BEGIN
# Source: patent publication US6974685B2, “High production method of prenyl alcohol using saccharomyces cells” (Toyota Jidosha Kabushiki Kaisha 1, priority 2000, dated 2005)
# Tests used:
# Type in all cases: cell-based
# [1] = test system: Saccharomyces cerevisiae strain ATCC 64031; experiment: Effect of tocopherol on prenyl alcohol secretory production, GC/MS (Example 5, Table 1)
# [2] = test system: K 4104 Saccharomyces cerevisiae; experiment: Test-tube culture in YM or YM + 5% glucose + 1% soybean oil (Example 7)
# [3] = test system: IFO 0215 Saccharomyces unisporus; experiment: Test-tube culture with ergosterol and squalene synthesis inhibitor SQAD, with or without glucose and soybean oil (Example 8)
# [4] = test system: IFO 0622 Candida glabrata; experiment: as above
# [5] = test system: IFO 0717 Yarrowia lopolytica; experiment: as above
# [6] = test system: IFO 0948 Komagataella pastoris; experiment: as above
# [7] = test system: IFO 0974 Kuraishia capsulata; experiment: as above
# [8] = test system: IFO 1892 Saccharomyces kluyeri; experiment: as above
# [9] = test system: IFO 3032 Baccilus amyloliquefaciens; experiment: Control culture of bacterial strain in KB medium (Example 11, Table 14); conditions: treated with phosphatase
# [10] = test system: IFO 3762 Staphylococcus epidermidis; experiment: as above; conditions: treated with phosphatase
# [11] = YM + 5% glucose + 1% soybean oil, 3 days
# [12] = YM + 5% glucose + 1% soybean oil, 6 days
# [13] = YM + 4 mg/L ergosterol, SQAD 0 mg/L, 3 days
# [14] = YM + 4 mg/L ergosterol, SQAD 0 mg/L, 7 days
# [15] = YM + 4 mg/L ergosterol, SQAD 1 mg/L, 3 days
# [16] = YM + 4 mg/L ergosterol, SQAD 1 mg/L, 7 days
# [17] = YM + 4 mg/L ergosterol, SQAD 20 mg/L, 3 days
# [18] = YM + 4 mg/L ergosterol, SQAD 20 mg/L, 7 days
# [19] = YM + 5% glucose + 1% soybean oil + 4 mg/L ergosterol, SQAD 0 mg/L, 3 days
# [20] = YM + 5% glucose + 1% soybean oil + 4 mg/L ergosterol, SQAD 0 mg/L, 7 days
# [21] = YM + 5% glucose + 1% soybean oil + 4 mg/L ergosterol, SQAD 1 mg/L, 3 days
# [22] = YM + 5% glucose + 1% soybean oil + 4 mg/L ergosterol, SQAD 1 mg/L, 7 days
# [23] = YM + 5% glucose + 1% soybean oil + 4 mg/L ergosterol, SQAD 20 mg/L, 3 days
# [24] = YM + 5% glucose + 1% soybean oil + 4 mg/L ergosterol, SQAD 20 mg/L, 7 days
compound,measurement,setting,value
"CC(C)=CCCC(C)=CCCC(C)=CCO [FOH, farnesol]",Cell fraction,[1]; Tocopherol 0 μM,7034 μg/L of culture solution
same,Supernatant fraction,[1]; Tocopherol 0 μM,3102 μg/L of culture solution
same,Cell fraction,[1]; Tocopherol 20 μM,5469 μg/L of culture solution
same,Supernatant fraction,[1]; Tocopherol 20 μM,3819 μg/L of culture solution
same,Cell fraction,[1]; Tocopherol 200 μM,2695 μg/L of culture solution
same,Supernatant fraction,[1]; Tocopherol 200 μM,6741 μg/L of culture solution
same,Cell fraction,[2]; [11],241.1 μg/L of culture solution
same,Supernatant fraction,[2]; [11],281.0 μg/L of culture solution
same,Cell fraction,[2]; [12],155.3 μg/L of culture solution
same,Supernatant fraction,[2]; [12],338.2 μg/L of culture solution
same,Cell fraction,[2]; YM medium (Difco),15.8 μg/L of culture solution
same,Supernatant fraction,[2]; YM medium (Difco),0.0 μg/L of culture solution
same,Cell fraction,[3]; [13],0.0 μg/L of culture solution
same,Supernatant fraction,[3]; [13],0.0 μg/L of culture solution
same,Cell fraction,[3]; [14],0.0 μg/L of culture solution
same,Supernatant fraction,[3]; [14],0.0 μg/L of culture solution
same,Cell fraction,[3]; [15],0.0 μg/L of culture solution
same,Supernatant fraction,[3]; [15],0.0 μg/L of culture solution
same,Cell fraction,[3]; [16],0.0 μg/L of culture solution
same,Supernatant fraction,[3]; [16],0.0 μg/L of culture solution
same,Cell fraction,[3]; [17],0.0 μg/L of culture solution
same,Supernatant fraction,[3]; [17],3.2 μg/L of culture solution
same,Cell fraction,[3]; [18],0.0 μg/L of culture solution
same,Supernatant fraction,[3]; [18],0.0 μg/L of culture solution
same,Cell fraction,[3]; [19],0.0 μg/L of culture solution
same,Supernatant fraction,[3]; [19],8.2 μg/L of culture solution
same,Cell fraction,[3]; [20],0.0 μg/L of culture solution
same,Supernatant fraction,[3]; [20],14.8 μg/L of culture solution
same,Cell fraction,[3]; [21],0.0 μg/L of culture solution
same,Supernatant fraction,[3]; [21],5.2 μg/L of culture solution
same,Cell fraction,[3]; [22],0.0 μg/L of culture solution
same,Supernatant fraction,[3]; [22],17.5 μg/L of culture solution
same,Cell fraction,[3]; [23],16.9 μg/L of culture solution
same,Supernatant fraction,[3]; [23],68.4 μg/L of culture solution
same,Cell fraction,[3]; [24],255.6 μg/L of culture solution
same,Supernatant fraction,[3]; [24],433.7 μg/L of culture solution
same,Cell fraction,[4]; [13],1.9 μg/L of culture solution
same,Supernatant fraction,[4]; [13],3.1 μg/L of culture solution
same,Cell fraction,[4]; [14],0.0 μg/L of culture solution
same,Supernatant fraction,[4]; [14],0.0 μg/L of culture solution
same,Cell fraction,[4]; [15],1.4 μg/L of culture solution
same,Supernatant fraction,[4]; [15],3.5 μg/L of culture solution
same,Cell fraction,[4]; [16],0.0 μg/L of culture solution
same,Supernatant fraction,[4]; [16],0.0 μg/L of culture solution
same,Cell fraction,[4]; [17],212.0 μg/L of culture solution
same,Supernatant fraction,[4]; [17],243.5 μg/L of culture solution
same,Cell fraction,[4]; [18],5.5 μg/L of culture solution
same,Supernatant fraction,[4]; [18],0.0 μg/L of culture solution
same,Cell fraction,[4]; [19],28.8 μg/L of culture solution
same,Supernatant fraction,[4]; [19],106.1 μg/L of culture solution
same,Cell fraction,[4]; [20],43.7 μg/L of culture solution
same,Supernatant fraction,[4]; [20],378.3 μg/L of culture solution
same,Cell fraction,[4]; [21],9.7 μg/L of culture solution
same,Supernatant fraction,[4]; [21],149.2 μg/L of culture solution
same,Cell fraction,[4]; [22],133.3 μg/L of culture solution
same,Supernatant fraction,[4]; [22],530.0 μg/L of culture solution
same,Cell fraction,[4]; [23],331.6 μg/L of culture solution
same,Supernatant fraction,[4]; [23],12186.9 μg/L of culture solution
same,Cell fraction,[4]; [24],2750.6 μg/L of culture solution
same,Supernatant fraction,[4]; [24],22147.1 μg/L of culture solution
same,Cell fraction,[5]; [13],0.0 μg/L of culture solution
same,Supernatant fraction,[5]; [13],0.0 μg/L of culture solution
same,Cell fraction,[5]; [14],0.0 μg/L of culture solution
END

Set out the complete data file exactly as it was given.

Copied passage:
# Source: patent publication US6974685B2, “High production method of prenyl alcohol using saccharomyces cells” (Toyota Jidosha Kabushiki Kaisha 1, priority 2000, dated 2005)
# Tests used:
# Type in all cases: cell-based
# [1] = test system: Saccharomyces cerevisiae strain ATCC 64031; experiment: Effect of tocopherol on prenyl alcohol secretory production, GC/MS (Example 5, Table 1)
# [2] = test system: K 4104 Saccharomyces cerevisiae; experiment: Test-tube culture in YM or YM + 5% glucose + 1% soybean oil (Example 7)
# [3] = test system: IFO 0215 Saccharomyces unisporus; experiment: Test-tube culture with ergosterol and squalene synthesis inhibitor SQAD, with or without glucose and soybean oil (Example 8)
# [4] = test system: IFO 0622 Candida glabrata; experiment: as above
# [5] = test system: IFO 0717 Yarrowia lopolytica; experiment: as above
# [6] = test system: IFO 0948 Komagataella pastoris; experiment: as above
# [7] = test system: IFO 0974 Kuraishia capsulata; experiment: as above
# [8] = test system: IFO 1892 Saccharomyces kluyeri; experiment: as above
# [9] = test system: IFO 3032 Baccilus amyloliquefaciens; experiment: Control culture of bacterial strain in KB medium (Example 11, Table 14); conditions: treated with phosphatase
# [10] = test system: IFO 3762 Staphylococcus epidermidis; experiment: as above; conditions: treated with phosphatase
# [11] = YM + 5% glucose + 1% soybean oil, 3 days
# [12] = YM + 5% glucose + 1% soybean oil, 6 days
# [13] = YM + 4 mg/L ergosterol, SQAD 0 mg/L, 3 days
# [14] = YM + 4 mg/L ergosterol, SQAD 0 mg/L, 7 days
# [15] = YM + 4 mg/L ergosterol, SQAD 1 mg/L, 3 days
# [16] = YM + 4 mg/L ergosterol, SQAD 1 mg/L, 7 days
# [17] = YM + 4 mg/L ergosterol, SQAD 20 mg/L, 3 days
# [18] = YM + 4 mg/L ergosterol, SQAD 20 mg/L, 7 days
# [19] = YM + 5% glucose + 1% soybean oil + 4 mg/L ergosterol, SQAD 0 mg/L, 3 days
# [20] = YM + 5% glucose + 1% soybean oil + 4 mg/L ergosterol, SQAD 0 mg/L, 7 days
# [21] = YM + 5% glucose + 1% soybean oil + 4 mg/L ergosterol, SQAD 1 mg/L, 3 days
# [22] = YM + 5% glucose + 1% soybean oil + 4 mg/L ergosterol, SQAD 1 mg/L, 7 days
# [23] = YM + 5% glucose + 1% soybean oil + 4 mg/L ergosterol, SQAD 20 mg/L, 3 days
# [24] = YM + 5% glucose + 1% soybean oil + 4 mg/L ergosterol, SQAD 20 mg/L, 7 days
compound,measurement,setting,value
"CC(C)=CCCC(C)=CCCC(C)=CCO [FOH, farnesol]",Cell fraction,[1]; Tocopherol 0 μM,7034 μg/L of culture solution
same,Supernatant fraction,[1]; Tocopherol 0 μM,3102 μg/L of culture solution
same,Cell fraction,[1]; Tocopherol 20 μM,5469 μg/L of culture solution
same,Supernatant fraction,[1]; Tocopherol 20 μM,3819 μg/L of culture solution
same,Cell fraction,[1]; Tocopherol 200 μM,2695 μg/L of culture solution
same,Supernatant fraction,[1]; Tocopherol 200 μM,6741 μg/L of culture solution
same,Cell fraction,[2]; [11],241.1 μg/L of culture solution
same,Supernatant fraction,[2]; [11],281.0 μg/L of culture solution
same,Cell fraction,[2]; [12],155.3 μg/L of culture solution
same,Supernatant fraction,[2]; [12],338.2 μg/L of culture solution
same,Cell fraction,[2]; YM medium (Difco),15.8 μg/L of culture solution
same,Supernatant fraction,[2]; YM medium (Difco),0.0 μg/L of culture solution
same,Cell fraction,[3]; [13],0.0 μg/L of culture solution
same,Supernatant fraction,[3]; [13],0.0 μg/L of culture solution
same,Cell fraction,[3]; [14],0.0 μg/L of culture solution
same,Supernatant fraction,[3]; [14],0.0 μg/L of culture solution
same,Cell fraction,[3]; [15],0.0 μg/L of culture solution
same,Supernatant fraction,[3]; [15],0.0 μg/L of culture solution
same,Cell fraction,[3]; [16],0.0 μg/L of culture solution
same,Supernatant fraction,[3]; [16],0.0 μg/L of culture solution
same,Cell fraction,[3]; [17],0.0 μg/L of culture solution
same,Supernatant fraction,[3]; [17],3.2 μg/L of culture solution
same,Cell fraction,[3]; [18],0.0 μg/L of culture solution
same,Supernatant fraction,[3]; [18],0.0 μg/L of culture solution
same,Cell fraction,[3]; [19],0.0 μg/L of culture solution
same,Supernatant fraction,[3]; [19],8.2 μg/L of culture solution
same,Cell fraction,[3]; [20],0.0 μg/L of culture solution
same,Supernatant fraction,[3]; [20],14.8 μg/L of culture solution
same,Cell fraction,[3]; [21],0.0 μg/L of culture solution
same,Supernatant fraction,[3]; [21],5.2 μg/L of culture solution
same,Cell fraction,[3]; [22],0.0 μg/L of culture solution
same,Supernatant fraction,[3]; [22],17.5 μg/L of culture solution
same,Cell fraction,[3]; [23],16.9 μg/L of culture solution
same,Supernatant fraction,[3]; [23],68.4 μg/L of culture solution
same,Cell fraction,[3]; [24],255.6 μg/L of culture solution
same,Supernatant fraction,[3]; [24],433.7 μg/L of culture solution
same,Cell fraction,[4]; [13],1.9 μg/L of culture solution
same,Supernatant fraction,[4]; [13],3.1 μg/L of culture solution
same,Cell fraction,[4]; [14],0.0 μg/L of culture solution
same,Supernatant fraction,[4]; [14],0.0 μg/L of culture solution
same,Cell fraction,[4]; [15],1.4 μg/L of culture solution
same,Supernatant fraction,[4]; [15],3.5 μg/L of culture solution
same,Cell fraction,[4]; [16],0.0 μg/L of culture solution
same,Supernatant fraction,[4]; [16],0.0 μg/L of culture solution
same,Cell fraction,[4]; [17],212.0 μg/L of culture solution
same,Supernatant fraction,[4]; [17],243.5 μg/L of culture solution
same,Cell fraction,[4]; [18],5.5 μg/L of culture solution
same,Supernatant fraction,[4]; [18],0.0 μg/L of culture solution
same,Cell fraction,[4]; [19],28.8 μg/L of culture solution
same,Supernatant fraction,[4]; [19],106.1 μg/L of culture solution
same,Cell fraction,[4]; [20],43.7 μg/L of culture solution
same,Supernatant fraction,[4]; [20],378.3 μg/L of culture solution
same,Cell fraction,[4]; [21],9.7 μg/L of culture solution
same,Supernatant fraction,[4]; [21],149.2 μg/L of culture solution
same,Cell fraction,[4]; [22],133.3 μg/L of culture solution
same,Supernatant fraction,[4]; [22],530.0 μg/L of culture solution
same,Cell fraction,[4]; [23],331.6 μg/L of culture solution
same,Supernatant fraction,[4]; [23],12186.9 μg/L of culture solution
same,Cell fraction,[4]; [24],2750.6 μg/L of culture solution
same,Supernatant fraction,[4]; [24],22147.1 μg/L of culture solution
same,Cell fraction,[5]; [13],0.0 μg/L of culture solution
same,Supernatant fraction,[5]; [13],0.0 μg/L of culture solution
same,Cell fraction,[5]; [14],0.0 μg/L of culture solution